A four-month fishing ban starts in Min River, southeast China's Fujian province on March 1, 2018. [Photo: Xinhua]
An annual four-month fishing ban began on Thursday on major Chinese rivers, including the country's longest river the Yangtze, as part of China's efforts to protect its rivers.
The ban aims to protect aquatic organisms and is effective in the main stream, major tributaries, and lakes along the Yangtze, Huaihe, Minjiang, and Pearl rivers.
The Yellow River, China's second longest river, will join the ban for the first time starting from April 1, showing China's resolve to protect its fishery resources and environment.
Dai Jianguo read loud a statement at a ceremony on Thursday morning, on behalf of more than 25,000 fishermen in the river city of Jiujiang along the Yangtze, vowing to put away his boat and fishing nets and strictly follow the ban.
Fifteen patrol boats left for the upper stream after the ceremony to monitor illegal fishing activities.
Nearly 10,000 people and 1,000 vessels from 21 provincial regions will work to prevent illegal fishing and related activities during the moratorium.
"Since 2002, there are more fish in the Yangtze due to the fishing ban, which is good for us," said Dai, who has been fishing for more than 30 years.
Dai said he will find temporary work in cities in the next four months.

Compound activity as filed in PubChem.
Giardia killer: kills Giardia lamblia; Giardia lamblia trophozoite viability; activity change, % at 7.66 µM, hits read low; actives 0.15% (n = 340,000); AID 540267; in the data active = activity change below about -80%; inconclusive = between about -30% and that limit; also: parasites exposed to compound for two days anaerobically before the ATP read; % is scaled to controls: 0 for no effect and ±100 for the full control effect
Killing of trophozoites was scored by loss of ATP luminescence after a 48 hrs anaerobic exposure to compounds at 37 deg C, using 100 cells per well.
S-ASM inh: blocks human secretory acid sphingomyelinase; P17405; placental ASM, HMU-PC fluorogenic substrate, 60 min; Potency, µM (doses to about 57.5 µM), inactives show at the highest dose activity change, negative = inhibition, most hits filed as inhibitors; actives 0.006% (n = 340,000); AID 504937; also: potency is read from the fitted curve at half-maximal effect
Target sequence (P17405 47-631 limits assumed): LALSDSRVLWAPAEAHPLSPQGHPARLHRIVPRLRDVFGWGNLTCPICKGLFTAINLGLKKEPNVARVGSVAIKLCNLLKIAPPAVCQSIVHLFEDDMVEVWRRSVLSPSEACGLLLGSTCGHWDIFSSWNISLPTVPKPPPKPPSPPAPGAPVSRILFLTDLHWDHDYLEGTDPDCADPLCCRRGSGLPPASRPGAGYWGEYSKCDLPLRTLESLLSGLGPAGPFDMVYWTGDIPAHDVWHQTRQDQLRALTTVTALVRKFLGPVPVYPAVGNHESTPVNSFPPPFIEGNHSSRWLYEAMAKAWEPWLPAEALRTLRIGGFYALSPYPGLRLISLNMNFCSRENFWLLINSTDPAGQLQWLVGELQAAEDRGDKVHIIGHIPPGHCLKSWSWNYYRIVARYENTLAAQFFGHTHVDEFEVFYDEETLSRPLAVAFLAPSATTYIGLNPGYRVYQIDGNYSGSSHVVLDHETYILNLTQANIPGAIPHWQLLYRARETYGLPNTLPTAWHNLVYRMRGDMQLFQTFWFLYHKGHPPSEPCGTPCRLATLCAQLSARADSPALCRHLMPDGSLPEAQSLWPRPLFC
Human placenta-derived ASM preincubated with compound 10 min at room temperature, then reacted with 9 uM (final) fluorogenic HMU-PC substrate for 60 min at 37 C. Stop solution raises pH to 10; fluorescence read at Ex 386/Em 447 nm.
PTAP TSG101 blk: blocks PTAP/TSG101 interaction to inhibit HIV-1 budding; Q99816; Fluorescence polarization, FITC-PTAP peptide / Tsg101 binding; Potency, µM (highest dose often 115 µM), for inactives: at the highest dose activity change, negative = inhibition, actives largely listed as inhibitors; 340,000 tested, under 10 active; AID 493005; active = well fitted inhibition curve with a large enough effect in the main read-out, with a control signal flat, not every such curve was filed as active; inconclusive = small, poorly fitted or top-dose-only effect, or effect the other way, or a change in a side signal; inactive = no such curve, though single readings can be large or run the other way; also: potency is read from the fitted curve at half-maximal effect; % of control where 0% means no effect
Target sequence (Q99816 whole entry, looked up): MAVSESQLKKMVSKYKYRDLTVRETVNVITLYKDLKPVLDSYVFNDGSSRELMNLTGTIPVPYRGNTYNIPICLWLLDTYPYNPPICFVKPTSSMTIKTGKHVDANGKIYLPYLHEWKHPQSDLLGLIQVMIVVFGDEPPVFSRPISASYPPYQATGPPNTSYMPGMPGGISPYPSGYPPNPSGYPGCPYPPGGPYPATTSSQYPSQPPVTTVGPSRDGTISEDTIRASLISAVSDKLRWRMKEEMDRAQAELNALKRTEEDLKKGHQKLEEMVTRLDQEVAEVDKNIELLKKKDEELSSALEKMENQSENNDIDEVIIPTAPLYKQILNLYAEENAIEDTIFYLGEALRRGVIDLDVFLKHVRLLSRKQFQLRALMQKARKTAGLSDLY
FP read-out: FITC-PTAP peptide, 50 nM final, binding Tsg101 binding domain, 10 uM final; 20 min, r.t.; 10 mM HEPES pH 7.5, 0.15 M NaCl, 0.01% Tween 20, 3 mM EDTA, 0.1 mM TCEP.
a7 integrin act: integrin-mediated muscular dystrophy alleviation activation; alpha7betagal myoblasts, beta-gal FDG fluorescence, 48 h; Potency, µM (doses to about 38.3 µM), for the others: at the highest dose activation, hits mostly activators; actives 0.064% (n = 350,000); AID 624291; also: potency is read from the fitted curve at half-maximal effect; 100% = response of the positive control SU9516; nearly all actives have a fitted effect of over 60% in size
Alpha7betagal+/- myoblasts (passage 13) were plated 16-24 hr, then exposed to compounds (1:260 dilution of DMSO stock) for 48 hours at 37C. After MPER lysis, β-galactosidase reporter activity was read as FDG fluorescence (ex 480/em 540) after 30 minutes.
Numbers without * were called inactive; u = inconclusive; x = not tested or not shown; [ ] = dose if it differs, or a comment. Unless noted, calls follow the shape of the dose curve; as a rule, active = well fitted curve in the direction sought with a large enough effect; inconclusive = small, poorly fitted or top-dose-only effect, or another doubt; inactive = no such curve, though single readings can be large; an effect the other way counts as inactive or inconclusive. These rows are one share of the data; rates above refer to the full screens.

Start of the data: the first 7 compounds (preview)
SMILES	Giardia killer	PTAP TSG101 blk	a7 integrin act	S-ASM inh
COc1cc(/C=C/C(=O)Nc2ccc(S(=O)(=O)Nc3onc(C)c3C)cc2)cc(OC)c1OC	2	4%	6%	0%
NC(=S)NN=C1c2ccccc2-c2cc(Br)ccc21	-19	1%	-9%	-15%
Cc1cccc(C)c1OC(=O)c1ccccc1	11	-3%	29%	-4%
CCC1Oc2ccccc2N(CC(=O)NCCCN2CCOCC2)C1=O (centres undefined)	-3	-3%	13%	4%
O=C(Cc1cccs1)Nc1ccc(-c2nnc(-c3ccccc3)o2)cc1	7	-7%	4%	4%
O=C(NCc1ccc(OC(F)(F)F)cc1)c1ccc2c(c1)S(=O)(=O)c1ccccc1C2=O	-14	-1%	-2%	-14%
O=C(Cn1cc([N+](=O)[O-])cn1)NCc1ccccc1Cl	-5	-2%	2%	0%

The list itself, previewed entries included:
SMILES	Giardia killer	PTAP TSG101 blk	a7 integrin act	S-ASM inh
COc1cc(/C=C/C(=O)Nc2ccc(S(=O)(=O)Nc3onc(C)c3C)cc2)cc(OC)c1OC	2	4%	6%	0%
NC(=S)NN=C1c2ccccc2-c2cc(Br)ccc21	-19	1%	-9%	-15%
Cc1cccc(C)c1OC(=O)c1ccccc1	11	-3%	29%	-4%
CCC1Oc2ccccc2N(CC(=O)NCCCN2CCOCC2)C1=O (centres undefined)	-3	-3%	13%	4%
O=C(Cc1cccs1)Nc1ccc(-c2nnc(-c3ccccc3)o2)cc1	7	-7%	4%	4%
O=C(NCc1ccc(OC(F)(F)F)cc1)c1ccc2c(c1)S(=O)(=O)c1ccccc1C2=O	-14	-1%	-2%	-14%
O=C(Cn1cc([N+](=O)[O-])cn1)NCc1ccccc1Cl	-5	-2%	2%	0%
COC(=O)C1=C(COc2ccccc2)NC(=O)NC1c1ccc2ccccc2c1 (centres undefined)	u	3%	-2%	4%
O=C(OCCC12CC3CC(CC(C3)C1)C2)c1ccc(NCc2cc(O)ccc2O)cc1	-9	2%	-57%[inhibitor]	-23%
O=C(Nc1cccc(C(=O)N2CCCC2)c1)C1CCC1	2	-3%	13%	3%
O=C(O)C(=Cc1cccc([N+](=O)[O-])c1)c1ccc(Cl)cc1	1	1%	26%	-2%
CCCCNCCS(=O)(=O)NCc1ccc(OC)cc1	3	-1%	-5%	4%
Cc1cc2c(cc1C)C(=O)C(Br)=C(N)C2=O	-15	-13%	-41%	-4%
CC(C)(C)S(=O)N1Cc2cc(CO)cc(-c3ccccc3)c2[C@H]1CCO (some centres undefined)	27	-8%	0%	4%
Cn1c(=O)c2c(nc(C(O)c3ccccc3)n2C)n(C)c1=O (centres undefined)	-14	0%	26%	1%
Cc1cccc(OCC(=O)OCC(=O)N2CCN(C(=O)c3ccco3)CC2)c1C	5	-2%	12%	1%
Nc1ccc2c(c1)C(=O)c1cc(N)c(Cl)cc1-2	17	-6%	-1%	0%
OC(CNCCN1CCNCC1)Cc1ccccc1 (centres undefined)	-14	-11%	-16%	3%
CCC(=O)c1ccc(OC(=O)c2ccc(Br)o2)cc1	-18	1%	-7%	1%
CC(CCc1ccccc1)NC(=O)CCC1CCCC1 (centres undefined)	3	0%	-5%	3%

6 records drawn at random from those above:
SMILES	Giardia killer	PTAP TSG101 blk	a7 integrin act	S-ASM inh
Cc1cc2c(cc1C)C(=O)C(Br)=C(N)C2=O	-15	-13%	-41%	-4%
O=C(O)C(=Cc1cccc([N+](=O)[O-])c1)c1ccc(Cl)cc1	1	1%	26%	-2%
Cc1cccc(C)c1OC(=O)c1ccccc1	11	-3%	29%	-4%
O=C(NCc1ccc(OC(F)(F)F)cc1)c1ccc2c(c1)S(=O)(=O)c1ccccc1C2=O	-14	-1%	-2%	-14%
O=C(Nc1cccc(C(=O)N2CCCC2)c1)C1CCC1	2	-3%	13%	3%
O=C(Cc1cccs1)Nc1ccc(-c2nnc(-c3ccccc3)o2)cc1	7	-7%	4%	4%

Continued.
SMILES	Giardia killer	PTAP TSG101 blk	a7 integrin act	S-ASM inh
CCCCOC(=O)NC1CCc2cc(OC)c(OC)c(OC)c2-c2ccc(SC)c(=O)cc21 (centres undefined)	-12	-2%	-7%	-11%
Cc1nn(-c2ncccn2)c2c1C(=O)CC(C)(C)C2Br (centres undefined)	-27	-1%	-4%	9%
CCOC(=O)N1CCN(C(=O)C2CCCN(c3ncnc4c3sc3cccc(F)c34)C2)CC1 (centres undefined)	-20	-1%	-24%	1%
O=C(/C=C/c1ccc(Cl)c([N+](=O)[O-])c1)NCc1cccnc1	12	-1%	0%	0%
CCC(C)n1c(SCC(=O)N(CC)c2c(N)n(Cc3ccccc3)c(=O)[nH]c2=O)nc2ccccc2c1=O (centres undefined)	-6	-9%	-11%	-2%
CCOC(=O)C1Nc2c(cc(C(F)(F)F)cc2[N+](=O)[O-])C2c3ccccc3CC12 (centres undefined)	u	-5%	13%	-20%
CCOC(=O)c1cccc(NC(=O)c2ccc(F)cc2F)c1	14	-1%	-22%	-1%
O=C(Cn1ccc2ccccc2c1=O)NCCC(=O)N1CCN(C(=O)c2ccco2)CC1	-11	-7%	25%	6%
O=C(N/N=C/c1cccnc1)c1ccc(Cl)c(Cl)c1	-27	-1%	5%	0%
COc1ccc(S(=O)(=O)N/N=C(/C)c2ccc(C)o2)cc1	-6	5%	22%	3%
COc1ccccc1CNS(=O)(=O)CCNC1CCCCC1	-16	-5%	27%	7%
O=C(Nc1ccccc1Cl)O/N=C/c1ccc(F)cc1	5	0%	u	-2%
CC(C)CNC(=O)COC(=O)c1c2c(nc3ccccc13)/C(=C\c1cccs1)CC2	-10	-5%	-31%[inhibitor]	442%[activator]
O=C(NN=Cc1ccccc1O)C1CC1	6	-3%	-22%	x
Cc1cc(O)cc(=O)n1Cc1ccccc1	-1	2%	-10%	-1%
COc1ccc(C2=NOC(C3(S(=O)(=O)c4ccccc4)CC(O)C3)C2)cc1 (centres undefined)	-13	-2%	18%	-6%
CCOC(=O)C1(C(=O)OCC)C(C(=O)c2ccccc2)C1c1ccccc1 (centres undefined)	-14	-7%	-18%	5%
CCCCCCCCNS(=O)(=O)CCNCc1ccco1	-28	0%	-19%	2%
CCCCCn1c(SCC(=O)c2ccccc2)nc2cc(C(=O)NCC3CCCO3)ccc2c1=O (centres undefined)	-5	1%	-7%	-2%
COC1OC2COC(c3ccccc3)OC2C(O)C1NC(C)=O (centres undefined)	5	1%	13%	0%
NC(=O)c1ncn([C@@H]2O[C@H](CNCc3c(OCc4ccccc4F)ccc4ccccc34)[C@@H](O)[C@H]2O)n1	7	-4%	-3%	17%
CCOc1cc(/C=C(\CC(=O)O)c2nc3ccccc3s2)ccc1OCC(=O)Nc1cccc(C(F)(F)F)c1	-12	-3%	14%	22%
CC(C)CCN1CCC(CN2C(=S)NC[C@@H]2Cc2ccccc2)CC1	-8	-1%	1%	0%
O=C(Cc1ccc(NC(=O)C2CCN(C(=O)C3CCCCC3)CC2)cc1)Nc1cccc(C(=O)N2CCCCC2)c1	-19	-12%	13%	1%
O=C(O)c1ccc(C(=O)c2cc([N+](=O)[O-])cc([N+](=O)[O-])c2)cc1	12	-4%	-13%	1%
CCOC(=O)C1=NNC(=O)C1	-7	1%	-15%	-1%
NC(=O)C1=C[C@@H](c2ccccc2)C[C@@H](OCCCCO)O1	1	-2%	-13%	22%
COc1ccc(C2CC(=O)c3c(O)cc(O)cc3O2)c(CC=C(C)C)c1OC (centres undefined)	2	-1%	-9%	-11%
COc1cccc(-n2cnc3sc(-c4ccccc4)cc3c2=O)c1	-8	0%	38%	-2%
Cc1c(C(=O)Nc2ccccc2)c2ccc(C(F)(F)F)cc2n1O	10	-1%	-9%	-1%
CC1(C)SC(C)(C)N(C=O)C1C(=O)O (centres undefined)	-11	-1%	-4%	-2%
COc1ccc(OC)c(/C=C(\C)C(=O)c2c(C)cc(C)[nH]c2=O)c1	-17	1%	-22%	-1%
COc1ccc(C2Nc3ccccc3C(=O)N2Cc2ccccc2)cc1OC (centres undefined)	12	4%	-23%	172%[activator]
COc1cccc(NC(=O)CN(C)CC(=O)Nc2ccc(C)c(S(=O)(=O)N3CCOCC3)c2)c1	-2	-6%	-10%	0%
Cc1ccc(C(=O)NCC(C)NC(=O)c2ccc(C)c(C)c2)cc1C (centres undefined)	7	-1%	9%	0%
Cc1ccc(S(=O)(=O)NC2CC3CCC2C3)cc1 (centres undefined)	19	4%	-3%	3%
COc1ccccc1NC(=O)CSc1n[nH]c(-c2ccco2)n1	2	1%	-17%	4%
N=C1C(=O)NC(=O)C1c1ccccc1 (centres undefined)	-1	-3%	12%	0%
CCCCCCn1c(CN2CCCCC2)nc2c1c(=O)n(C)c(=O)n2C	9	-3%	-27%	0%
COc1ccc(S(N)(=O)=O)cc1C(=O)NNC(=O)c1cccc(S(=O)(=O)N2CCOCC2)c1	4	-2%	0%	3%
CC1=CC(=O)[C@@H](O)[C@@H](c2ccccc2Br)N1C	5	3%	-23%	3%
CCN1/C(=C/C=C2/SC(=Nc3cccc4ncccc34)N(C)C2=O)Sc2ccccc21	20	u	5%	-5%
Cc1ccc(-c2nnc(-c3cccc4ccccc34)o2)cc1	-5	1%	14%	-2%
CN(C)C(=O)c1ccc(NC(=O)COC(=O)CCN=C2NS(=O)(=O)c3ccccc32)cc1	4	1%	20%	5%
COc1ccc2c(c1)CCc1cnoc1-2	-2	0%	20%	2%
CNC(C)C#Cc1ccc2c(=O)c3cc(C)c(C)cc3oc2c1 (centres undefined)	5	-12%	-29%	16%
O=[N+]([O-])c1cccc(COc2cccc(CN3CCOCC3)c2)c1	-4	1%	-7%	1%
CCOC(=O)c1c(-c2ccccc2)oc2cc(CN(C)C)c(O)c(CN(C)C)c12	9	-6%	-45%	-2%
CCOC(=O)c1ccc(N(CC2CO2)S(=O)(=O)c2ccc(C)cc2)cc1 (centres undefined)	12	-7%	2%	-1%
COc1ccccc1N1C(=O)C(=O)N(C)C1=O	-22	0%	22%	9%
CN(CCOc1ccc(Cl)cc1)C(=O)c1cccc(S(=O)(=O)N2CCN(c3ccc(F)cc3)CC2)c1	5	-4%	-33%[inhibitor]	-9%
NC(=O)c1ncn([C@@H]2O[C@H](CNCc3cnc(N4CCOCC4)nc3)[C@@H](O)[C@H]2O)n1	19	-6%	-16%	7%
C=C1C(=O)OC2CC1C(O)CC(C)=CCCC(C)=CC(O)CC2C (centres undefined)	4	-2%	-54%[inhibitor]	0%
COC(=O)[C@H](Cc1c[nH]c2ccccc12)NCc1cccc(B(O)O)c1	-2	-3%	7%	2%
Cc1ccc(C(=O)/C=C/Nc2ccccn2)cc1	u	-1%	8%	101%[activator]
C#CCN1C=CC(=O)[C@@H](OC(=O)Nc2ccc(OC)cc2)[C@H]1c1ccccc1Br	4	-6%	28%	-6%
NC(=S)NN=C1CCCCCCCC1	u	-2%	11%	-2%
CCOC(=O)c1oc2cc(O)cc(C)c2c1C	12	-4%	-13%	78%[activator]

Dong Xuehua and seven other fishermen handed over their fishing certificates to the authorities in late 2017 and became rangers for a local finless porpoise protection organization.
Dong receives a monthly salary of 3,000 yuan (474 U.S. dollars) from an environment protection foundation for patrolling the river and lakes. "Though I earn less, I prefer protecting fish instead of hunting them," said the 50-year-old man.
The annual fishing ban was initiated in 2002 on the Yangtze River and on the Pearl River in 2011.
The ban was extended from three months to four in the Yangtze River in 2016 and in the Pearl River in 2017, in a bid to better protect fish resources.
The fishing ban has, to some degree, contained the deterioration of fishery resources along Chinese rivers, said Cheng Jianxin, a marine surveillance official.
Besides the fishing ban, a pilot "river chief" scheme is being rolled out nationwide to tackle pollution.
Kuang Bing, head of the Guangming New District Administration Committee in the booming southern city of Shenzhen, was given a new title last year: Maozhou River Chief.
Besides leading economic development in the region, Kuang is responsible for the management and protection of watercourses as well as preventing pollution.
Kuang is one of about 200,000 river chiefs at provincial, city, county and township levels in China. The country aims to roll out the river chief mechanism nationwide by the end of 2018.
A four-tier system of lake chiefs will also be established by the end of this year to cover all lakes, according to a government plan.
The effect is clear. East China's Zhejiang Province has basically eliminated black water and it has said it will deal with any water "below Grade V," the lowest acceptable level in China's water quality grading system.
China's unbalanced industrial structure has hindered the prevention and control of water pollution in many areas and local governments face a conundrum between developing the economy or protecting the environment, said Wu Jing, an assistant researcher with Tsinghua University's School of Environment.
With top officials now accountable as river and lake chiefs, the system will help to change the nation's industrial structure and better protect the environment, he said.